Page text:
Whistleblower Groups

are Supporting

 Former US Department

 of Energy Employee

 

 

 

 

By Mike Gellatly

Staff writer

 

July 28, 2008

 

A former SRS worker convicted of lying to collect federal retirement benefits has become the friend of those crusading for open government and accountability.

 

Martin Salazar worked at the Savannah River Site as an engineer of the best part of 20 years. However, when he filed for early retirement and his credentials were investigated, discrepancies were found – discrepancies that prompted a U.S. District Court jury to find Salazar guilty of making false statements to the Department of Energy.

 

Though he has been found guilty and sentenced, Salazar has still not begun his year-long sentence as his conviction is being appealed, an appeal that has been emboldened by the support of a few well-known friends.

 

Eight independent government watchdogs and accountability-focused groups have come together to file a brief of Amici Curiae in support of Salazar’s appeal to the United States Court of Appeals.

 

Literally translated as “friend of the court,” this legal filing refers to someone, not a party to a case, who volunteers to offer information on a point of law or some other aspect of the case to assist the court in deciding a matter before it.

 

The Government Accountability Project is a three-decade-old nonprofit group that promotes government and corporate accountability. It does this, according to its website, by “advancing occupational free speech, defending whistleblowers and empowering citizen activists.”

 

The GAP and many other groups see Salazar as a whistleblower and someone who was shoved down for attempts to stand up to the Department of Energy.

 

“During his nearly 20-year tenure at (DOE), Salazar was a relentless critic and activist challenging management on alleged DOE racial inequity,” the GAP brief states. “In an effort to silence Salazar, the agency brought … charges against him.”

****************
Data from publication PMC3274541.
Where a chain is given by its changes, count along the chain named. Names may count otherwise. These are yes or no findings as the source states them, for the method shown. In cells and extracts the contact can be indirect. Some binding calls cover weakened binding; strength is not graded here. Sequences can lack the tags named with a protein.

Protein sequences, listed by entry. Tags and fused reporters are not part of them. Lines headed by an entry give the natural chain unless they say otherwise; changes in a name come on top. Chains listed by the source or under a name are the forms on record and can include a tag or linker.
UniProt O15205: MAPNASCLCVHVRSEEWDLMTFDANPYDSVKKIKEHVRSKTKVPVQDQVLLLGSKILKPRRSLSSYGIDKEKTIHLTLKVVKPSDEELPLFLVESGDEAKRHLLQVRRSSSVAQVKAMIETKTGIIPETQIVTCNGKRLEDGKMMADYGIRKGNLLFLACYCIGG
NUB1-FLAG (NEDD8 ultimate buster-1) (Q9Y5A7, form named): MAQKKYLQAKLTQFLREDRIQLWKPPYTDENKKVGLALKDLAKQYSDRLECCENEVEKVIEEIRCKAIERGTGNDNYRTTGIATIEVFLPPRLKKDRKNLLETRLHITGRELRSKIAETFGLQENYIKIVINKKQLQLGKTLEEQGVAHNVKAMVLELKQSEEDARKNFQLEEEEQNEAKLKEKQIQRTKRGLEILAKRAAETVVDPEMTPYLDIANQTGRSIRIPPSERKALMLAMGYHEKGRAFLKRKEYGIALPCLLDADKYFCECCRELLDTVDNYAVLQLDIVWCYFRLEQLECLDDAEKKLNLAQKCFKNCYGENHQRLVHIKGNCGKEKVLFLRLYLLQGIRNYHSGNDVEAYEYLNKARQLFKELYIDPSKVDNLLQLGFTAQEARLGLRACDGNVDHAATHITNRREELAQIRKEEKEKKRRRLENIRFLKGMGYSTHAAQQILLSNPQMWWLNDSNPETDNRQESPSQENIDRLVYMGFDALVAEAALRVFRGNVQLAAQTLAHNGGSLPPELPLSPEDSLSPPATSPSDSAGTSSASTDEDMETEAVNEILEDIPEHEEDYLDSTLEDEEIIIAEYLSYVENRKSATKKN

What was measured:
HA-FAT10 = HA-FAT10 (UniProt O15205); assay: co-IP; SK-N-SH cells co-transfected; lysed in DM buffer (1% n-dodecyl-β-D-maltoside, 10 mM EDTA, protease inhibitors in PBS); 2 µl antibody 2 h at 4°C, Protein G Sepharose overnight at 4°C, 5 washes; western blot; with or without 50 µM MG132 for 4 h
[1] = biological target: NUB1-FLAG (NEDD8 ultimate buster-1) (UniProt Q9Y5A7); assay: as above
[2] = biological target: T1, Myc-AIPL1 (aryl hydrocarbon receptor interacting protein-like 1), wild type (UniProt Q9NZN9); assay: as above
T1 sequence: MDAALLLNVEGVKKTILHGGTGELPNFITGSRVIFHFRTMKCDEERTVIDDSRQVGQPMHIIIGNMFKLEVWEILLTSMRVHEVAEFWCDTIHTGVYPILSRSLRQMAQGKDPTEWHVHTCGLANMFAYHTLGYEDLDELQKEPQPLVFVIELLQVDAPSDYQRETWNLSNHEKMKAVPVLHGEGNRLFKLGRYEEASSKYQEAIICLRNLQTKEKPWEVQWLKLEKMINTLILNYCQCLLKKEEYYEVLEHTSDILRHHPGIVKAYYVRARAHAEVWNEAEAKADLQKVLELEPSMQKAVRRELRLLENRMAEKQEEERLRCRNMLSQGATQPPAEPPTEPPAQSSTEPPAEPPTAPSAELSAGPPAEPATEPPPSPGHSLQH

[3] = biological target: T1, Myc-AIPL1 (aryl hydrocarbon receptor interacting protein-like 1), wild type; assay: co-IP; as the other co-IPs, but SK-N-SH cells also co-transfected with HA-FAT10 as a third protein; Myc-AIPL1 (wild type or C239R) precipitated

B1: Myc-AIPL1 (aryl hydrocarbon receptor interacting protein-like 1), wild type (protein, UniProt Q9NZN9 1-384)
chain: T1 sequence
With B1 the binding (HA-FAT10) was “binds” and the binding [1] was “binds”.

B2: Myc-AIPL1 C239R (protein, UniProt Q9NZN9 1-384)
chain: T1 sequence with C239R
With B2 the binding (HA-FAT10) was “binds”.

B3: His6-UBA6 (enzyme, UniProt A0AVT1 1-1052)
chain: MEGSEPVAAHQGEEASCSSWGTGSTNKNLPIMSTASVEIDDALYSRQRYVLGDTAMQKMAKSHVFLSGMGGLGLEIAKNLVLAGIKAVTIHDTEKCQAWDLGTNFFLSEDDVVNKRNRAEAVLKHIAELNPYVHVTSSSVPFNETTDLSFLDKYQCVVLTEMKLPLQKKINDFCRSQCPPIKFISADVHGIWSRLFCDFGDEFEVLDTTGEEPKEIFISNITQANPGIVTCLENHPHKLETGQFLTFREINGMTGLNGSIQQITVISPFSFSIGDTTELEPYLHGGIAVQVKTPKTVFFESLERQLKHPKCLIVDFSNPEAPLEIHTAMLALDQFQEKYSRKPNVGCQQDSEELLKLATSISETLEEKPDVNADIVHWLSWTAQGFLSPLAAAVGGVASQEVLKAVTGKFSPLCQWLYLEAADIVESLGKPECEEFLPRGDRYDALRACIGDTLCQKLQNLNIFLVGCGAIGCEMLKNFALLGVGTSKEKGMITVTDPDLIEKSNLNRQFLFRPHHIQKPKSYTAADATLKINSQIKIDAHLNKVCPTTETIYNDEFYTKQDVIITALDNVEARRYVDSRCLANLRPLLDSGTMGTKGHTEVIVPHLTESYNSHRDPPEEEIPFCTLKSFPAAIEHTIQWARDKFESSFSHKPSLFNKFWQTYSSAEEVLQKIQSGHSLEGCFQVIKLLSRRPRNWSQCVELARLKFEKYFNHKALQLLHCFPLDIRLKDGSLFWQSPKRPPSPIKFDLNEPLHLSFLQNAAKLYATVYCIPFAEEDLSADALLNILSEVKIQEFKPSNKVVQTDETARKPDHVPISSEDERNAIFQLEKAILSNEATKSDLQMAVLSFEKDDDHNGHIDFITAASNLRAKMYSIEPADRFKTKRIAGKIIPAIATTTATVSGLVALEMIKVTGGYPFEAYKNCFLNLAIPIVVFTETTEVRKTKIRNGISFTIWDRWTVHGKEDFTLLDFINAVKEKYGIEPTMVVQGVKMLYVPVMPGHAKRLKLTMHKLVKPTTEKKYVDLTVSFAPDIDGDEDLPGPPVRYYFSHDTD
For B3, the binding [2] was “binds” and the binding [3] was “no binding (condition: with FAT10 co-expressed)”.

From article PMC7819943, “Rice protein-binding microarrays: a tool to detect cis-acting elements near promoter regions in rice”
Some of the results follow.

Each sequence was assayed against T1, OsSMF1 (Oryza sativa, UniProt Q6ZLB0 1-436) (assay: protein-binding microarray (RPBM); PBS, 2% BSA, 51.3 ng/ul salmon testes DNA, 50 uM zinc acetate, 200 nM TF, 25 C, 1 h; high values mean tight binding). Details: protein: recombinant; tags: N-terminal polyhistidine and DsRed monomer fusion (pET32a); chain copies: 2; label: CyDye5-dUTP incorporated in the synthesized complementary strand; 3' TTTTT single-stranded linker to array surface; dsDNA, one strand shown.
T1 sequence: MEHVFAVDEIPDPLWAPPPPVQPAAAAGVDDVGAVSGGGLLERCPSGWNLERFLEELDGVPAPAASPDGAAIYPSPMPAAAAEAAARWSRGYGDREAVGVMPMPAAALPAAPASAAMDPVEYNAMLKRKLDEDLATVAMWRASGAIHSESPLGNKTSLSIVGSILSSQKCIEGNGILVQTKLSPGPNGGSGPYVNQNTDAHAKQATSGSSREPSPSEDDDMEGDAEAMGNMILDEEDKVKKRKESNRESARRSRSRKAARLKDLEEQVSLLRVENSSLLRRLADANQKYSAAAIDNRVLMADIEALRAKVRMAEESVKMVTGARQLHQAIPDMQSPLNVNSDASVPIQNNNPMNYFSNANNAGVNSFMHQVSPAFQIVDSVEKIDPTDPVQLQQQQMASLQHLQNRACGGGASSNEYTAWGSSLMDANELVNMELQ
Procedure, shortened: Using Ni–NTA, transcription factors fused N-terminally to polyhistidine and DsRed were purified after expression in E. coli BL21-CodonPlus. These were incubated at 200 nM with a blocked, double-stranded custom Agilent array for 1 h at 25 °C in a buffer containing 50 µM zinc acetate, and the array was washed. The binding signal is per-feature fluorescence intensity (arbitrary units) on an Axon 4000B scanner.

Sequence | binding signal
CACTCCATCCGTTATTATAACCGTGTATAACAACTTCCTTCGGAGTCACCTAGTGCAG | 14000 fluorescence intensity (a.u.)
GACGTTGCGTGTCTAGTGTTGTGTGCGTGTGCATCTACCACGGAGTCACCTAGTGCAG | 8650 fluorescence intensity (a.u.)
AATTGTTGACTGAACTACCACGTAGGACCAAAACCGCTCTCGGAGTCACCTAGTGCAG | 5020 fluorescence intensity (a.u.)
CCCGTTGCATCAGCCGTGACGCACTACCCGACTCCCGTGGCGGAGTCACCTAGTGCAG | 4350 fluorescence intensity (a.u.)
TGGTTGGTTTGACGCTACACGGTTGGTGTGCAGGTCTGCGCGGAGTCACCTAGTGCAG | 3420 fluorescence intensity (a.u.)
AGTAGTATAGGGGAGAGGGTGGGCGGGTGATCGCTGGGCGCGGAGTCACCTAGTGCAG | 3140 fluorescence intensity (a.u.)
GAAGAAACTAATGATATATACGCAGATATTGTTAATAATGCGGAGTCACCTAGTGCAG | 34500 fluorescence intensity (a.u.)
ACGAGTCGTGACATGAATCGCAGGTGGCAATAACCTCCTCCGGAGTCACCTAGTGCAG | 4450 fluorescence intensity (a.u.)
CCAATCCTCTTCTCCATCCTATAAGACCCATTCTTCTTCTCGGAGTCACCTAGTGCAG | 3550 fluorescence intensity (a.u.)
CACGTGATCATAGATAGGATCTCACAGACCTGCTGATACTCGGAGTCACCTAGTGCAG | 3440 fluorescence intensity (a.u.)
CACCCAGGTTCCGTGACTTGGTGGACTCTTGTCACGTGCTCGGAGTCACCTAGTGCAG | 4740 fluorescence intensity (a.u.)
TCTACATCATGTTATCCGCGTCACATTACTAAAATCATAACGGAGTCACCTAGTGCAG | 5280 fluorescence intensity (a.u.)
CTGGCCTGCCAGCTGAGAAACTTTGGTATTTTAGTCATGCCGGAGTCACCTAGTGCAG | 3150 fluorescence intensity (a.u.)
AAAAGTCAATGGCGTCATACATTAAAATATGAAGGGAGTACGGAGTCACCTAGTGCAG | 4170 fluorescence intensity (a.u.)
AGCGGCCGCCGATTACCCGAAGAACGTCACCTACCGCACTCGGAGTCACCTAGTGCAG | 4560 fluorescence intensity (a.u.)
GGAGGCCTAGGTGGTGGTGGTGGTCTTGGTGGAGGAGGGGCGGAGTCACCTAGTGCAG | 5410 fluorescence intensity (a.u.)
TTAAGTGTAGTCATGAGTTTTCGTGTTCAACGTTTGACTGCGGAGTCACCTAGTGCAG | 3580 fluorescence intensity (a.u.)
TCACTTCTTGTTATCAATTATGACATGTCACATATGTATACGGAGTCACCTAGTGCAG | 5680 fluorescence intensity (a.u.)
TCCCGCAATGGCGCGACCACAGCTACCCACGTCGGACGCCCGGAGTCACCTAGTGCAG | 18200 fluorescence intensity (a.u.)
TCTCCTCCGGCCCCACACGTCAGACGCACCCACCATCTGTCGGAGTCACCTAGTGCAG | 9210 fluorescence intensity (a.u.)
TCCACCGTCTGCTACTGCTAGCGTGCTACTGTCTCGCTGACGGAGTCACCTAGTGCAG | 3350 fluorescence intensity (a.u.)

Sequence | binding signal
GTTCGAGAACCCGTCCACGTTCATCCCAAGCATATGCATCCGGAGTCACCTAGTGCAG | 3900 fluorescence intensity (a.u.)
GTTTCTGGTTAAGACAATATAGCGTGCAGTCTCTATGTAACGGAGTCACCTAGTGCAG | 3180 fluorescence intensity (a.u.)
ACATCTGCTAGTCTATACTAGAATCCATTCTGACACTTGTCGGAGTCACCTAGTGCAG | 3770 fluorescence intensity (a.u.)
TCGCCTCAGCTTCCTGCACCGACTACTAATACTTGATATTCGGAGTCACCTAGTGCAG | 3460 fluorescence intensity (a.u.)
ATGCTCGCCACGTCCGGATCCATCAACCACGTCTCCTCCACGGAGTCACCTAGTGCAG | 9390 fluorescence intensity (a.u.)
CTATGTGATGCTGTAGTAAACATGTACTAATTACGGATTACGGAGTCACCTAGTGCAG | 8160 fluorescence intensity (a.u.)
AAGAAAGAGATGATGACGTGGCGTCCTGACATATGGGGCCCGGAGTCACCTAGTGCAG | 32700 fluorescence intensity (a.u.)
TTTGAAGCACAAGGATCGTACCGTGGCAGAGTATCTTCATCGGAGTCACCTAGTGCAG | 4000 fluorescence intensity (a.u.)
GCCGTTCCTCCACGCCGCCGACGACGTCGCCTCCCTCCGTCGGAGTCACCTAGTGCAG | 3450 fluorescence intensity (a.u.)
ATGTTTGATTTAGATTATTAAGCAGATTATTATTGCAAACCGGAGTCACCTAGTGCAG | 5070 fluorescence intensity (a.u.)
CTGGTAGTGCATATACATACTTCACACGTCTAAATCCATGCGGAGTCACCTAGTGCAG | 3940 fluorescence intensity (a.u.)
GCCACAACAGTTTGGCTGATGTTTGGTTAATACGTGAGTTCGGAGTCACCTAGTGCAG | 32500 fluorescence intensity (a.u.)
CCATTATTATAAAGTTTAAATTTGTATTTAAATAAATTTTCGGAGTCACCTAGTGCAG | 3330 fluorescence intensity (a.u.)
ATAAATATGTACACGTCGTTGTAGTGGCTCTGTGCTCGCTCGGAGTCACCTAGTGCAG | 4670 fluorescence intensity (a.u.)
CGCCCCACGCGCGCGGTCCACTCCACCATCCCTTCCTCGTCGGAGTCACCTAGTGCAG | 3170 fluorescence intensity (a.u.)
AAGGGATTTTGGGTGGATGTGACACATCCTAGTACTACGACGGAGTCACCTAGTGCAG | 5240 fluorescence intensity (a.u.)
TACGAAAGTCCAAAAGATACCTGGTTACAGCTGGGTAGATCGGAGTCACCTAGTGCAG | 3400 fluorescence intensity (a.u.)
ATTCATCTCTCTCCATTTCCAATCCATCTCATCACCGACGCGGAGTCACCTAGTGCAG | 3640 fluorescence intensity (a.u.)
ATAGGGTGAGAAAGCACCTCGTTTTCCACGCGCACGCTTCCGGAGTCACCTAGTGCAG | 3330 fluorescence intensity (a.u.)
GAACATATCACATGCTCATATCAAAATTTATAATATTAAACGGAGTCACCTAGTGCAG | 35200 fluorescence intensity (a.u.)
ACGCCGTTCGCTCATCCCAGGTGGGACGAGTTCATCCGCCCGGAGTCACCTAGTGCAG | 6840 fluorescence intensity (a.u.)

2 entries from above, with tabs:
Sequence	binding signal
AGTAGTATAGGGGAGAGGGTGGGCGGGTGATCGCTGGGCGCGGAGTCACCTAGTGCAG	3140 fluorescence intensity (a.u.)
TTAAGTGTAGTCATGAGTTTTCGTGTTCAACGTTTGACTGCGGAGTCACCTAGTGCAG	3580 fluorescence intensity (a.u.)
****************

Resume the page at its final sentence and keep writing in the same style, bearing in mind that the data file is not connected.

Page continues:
The brief goes on to say that it was this whistleblowing that prompted DOE to use information they knew previously, that of discrepancies with his date of birth, to seek revenge.

 

However, he claims beyond this case, many other actions were taken against him tit-for-tat as he filed his complaints.

 

In the criminal case, Salazar was filing for early retirement. To claim this, he had to have 20 years within the company and be at least 50 years of age.

 

Salazar’s believed real birth year was 1957 and not eligible for retirement at the original date set of August 2005. However, on these forms, he listed his date of birth as being 1954.

 

While Salazar has very recently admitted that he did use the wrong date of birth on certain forms, his appeal claims that he was trapped into doing so by government officials, specifically DOE officials.

 

He claims a jury should have been charged with the option of finding him not guilty due to entrapment by estoppel.

 

“Estoppel” is a term that means that someone has stated something which they know to be false, but they have been prompted or coerced into doing so by a government official.

 

In his case, the former nuclear engineer states that several DOE officials knew Salazar had more than one date of birth on documents but told him to use the false one to facilitate the retirement claim.

 

 

See Original Article Here:

 
 

 

http://www.aikenstandard.com/0729Salazar

 
 

 

 
 

 

 
 

 

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